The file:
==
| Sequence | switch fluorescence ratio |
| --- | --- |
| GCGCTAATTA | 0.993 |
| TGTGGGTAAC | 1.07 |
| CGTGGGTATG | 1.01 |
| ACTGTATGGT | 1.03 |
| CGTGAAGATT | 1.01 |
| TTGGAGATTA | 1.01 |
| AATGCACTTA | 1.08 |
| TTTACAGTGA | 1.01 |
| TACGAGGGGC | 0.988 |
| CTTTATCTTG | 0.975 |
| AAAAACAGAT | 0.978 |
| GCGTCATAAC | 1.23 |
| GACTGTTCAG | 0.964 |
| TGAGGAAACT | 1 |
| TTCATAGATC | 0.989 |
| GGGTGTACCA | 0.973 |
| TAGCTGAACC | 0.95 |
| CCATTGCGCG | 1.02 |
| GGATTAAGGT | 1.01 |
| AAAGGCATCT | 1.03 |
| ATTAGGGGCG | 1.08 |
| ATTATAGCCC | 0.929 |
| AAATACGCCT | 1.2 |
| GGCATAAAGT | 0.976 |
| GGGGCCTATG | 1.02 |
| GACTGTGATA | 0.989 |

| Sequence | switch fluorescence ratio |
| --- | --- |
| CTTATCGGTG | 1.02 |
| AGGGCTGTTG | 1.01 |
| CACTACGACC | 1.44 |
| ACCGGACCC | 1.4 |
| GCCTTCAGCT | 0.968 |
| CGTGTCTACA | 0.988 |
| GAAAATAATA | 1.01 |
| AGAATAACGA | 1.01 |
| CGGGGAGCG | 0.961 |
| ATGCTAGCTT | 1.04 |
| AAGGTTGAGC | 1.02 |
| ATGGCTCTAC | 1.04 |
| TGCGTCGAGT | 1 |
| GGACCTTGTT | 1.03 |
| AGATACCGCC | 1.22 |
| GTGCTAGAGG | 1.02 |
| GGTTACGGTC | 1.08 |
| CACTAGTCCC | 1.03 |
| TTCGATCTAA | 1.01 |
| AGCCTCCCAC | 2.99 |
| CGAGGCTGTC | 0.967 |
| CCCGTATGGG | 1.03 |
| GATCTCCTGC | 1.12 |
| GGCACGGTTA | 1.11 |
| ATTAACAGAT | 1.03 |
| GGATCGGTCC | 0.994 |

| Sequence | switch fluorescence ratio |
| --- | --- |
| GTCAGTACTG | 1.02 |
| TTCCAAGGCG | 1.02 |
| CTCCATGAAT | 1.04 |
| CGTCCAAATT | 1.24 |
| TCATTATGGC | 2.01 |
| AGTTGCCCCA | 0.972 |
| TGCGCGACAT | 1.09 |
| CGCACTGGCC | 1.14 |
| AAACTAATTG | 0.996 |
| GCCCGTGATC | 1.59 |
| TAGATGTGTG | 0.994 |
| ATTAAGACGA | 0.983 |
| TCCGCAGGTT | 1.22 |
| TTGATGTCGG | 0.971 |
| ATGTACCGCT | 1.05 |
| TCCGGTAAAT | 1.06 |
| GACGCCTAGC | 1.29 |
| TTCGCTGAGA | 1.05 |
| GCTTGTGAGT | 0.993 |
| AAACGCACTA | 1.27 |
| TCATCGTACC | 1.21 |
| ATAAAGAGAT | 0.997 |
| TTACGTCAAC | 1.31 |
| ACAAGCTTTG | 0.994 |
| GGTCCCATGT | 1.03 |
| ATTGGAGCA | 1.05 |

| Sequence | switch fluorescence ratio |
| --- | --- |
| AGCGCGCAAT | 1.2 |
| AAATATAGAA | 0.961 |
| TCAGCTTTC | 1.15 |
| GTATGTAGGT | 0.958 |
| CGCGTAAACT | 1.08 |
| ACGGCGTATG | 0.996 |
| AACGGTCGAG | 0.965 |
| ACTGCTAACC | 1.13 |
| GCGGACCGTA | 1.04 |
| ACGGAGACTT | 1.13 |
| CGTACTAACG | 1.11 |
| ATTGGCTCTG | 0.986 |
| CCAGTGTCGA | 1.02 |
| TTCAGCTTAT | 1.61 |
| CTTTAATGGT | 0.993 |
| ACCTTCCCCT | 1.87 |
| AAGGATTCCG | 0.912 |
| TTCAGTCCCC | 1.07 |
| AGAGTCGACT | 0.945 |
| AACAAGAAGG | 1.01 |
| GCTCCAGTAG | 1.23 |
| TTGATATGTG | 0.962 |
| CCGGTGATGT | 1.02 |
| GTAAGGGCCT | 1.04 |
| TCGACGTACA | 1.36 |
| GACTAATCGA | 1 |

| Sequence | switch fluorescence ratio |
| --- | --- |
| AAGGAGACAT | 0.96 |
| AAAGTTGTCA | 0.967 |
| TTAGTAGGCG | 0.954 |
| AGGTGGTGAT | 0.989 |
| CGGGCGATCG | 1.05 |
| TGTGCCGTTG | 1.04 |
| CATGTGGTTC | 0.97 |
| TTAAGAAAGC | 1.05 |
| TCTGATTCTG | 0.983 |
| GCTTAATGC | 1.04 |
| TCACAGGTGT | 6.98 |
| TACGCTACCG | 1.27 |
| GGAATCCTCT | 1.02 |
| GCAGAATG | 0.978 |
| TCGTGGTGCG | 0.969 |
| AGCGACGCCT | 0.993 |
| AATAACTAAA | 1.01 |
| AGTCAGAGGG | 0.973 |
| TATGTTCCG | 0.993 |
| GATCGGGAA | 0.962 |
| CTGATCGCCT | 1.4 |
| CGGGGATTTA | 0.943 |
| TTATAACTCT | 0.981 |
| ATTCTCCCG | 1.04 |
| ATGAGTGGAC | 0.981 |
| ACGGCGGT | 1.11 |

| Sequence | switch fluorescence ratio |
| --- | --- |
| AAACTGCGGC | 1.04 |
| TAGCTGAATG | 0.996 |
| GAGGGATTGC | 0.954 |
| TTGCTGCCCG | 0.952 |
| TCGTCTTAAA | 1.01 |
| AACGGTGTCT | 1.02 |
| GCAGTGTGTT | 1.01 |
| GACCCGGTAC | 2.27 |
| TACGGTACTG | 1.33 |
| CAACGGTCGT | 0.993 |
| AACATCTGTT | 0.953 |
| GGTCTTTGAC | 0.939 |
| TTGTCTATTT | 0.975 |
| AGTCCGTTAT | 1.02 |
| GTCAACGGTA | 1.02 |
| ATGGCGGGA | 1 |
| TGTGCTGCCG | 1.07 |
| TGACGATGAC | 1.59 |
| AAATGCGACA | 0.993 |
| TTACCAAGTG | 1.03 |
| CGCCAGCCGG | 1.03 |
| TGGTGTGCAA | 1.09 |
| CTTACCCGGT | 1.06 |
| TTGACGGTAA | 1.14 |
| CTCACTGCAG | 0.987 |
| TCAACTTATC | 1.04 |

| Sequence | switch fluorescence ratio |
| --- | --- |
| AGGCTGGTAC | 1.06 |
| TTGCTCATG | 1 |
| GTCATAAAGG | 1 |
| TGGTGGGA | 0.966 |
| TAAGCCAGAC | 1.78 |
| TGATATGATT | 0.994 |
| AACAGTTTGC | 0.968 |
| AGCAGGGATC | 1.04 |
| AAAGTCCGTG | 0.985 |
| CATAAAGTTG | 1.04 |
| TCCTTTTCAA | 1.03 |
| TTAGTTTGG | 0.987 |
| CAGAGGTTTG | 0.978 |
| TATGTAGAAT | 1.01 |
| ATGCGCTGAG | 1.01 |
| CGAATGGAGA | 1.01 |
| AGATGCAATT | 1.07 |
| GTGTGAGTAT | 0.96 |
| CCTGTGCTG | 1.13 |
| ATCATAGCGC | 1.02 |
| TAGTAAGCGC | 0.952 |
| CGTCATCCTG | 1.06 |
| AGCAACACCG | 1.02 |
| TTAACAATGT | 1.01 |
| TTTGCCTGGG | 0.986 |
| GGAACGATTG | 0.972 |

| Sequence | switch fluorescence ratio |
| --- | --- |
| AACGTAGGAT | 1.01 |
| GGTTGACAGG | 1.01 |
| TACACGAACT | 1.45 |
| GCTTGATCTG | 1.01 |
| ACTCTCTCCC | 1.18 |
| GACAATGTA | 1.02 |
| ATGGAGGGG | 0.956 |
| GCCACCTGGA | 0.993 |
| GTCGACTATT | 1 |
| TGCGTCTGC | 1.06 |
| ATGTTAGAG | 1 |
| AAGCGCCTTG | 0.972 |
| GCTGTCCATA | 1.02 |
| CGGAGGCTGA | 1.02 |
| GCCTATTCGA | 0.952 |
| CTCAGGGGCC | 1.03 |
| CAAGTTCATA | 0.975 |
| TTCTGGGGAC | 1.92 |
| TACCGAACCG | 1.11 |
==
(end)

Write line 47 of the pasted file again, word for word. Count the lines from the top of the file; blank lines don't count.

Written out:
| GGTTACGGTC | 1.08 |